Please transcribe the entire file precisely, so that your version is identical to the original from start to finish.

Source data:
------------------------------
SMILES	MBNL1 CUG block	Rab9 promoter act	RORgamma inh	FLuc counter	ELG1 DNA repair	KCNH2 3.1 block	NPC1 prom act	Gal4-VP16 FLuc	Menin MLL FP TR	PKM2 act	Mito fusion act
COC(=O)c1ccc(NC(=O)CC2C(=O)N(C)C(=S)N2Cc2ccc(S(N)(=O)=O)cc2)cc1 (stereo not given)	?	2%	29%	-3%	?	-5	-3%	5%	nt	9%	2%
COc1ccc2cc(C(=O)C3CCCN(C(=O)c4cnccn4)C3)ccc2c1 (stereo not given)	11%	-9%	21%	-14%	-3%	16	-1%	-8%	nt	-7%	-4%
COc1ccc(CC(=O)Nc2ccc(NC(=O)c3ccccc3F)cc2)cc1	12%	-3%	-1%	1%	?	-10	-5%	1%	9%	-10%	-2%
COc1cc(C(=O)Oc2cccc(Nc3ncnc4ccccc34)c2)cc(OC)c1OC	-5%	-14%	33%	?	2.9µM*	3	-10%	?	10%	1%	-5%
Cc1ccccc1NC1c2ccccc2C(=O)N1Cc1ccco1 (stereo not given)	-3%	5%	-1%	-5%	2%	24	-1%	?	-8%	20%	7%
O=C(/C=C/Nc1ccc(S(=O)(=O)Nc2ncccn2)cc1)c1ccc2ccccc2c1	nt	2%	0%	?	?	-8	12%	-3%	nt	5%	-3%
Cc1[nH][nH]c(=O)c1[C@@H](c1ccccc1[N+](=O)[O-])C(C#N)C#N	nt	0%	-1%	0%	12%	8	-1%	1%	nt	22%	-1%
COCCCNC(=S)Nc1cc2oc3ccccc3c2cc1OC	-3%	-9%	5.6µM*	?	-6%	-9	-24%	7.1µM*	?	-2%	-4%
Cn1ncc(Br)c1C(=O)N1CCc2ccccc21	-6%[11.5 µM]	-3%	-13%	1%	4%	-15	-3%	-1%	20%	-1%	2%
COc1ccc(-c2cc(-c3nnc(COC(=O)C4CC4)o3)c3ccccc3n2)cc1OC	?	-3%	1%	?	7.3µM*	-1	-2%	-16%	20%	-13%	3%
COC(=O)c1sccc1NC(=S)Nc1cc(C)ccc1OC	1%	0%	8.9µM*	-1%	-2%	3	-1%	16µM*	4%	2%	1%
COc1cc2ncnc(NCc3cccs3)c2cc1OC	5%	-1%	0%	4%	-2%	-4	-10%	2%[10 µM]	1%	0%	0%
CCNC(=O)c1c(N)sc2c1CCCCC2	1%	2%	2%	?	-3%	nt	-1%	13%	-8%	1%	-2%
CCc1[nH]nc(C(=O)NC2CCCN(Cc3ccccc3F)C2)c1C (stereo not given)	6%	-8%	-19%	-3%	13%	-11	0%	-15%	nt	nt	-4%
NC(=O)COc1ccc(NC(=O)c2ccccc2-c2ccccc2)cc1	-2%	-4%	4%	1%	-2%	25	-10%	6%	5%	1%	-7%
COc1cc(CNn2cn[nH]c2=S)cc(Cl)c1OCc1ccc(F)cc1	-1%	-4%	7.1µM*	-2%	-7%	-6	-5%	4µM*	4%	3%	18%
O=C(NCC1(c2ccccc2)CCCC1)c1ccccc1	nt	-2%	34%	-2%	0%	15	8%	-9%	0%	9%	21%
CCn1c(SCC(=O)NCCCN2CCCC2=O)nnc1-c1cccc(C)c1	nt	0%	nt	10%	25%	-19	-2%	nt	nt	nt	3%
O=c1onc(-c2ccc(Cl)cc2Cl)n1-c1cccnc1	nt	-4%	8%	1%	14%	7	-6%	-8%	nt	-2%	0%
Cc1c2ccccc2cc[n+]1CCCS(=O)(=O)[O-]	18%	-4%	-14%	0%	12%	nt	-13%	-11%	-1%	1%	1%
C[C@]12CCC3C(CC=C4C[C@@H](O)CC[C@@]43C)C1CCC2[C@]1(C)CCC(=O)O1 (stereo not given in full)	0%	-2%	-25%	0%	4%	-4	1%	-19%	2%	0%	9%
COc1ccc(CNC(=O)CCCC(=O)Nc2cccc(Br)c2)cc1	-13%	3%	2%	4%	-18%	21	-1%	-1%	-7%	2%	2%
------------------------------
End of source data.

SMILES	MBNL1 CUG block	Rab9 promoter act	RORgamma inh	FLuc counter	ELG1 DNA repair	KCNH2 3.1 block	NPC1 prom act	Gal4-VP16 FLuc	Menin MLL FP TR	PKM2 act	Mito fusion act
COC(=O)c1ccc(NC(=O)CC2C(=O)N(C)C(=S)N2Cc2ccc(S(N)(=O)=O)cc2)cc1 (stereo not given)	?	2%	29%	-3%	?	-5	-3%	5%	nt	9%	2%
COc1ccc2cc(C(=O)C3CCCN(C(=O)c4cnccn4)C3)ccc2c1 (stereo not given)	11%	-9%	21%	-14%	-3%	16	-1%	-8%	nt	-7%	-4%
COc1ccc(CC(=O)Nc2ccc(NC(=O)c3ccccc3F)cc2)cc1	12%	-3%	-1%	1%	?	-10	-5%	1%	9%	-10%	-2%
COc1cc(C(=O)Oc2cccc(Nc3ncnc4ccccc34)c2)cc(OC)c1OC	-5%	-14%	33%	?	2.9µM*	3	-10%	?	10%	1%	-5%
Cc1ccccc1NC1c2ccccc2C(=O)N1Cc1ccco1 (stereo not given)	-3%	5%	-1%	-5%	2%	24	-1%	?	-8%	20%	7%
O=C(/C=C/Nc1ccc(S(=O)(=O)Nc2ncccn2)cc1)c1ccc2ccccc2c1	nt	2%	0%	?	?	-8	12%	-3%	nt	5%	-3%
Cc1[nH][nH]c(=O)c1[C@@H](c1ccccc1[N+](=O)[O-])C(C#N)C#N	nt	0%	-1%	0%	12%	8	-1%	1%	nt	22%	-1%
COCCCNC(=S)Nc1cc2oc3ccccc3c2cc1OC	-3%	-9%	5.6µM*	?	-6%	-9	-24%	7.1µM*	?	-2%	-4%
Cn1ncc(Br)c1C(=O)N1CCc2ccccc21	-6%[11.5 µM]	-3%	-13%	1%	4%	-15	-3%	-1%	20%	-1%	2%
COc1ccc(-c2cc(-c3nnc(COC(=O)C4CC4)o3)c3ccccc3n2)cc1OC	?	-3%	1%	?	7.3µM*	-1	-2%	-16%	20%	-13%	3%
COC(=O)c1sccc1NC(=S)Nc1cc(C)ccc1OC	1%	0%	8.9µM*	-1%	-2%	3	-1%	16µM*	4%	2%	1%
COc1cc2ncnc(NCc3cccs3)c2cc1OC	5%	-1%	0%	4%	-2%	-4	-10%	2%[10 µM]	1%	0%	0%
CCNC(=O)c1c(N)sc2c1CCCCC2	1%	2%	2%	?	-3%	nt	-1%	13%	-8%	1%	-2%
CCc1[nH]nc(C(=O)NC2CCCN(Cc3ccccc3F)C2)c1C (stereo not given)	6%	-8%	-19%	-3%	13%	-11	0%	-15%	nt	nt	-4%
NC(=O)COc1ccc(NC(=O)c2ccccc2-c2ccccc2)cc1	-2%	-4%	4%	1%	-2%	25	-10%	6%	5%	1%	-7%
COc1cc(CNn2cn[nH]c2=S)cc(Cl)c1OCc1ccc(F)cc1	-1%	-4%	7.1µM*	-2%	-7%	-6	-5%	4µM*	4%	3%	18%
O=C(NCC1(c2ccccc2)CCCC1)c1ccccc1	nt	-2%	34%	-2%	0%	15	8%	-9%	0%	9%	21%
CCn1c(SCC(=O)NCCCN2CCCC2=O)nnc1-c1cccc(C)c1	nt	0%	nt	10%	25%	-19	-2%	nt	nt	nt	3%
O=c1onc(-c2ccc(Cl)cc2Cl)n1-c1cccnc1	nt	-4%	8%	1%	14%	7	-6%	-8%	nt	-2%	0%
Cc1c2ccccc2cc[n+]1CCCS(=O)(=O)[O-]	18%	-4%	-14%	0%	12%	nt	-13%	-11%	-1%	1%	1%
C[C@]12CCC3C(CC=C4C[C@@H](O)CC[C@@]43C)C1CCC2[C@]1(C)CCC(=O)O1 (stereo not given in full)	0%	-2%	-25%	0%	4%	-4	1%	-19%	2%	0%	9%
COc1ccc(CNC(=O)CCCC(=O)Nc2cccc(Br)c2)cc1	-13%	3%	2%	4%	-18%	21	-1%	-1%	-7%	2%	2%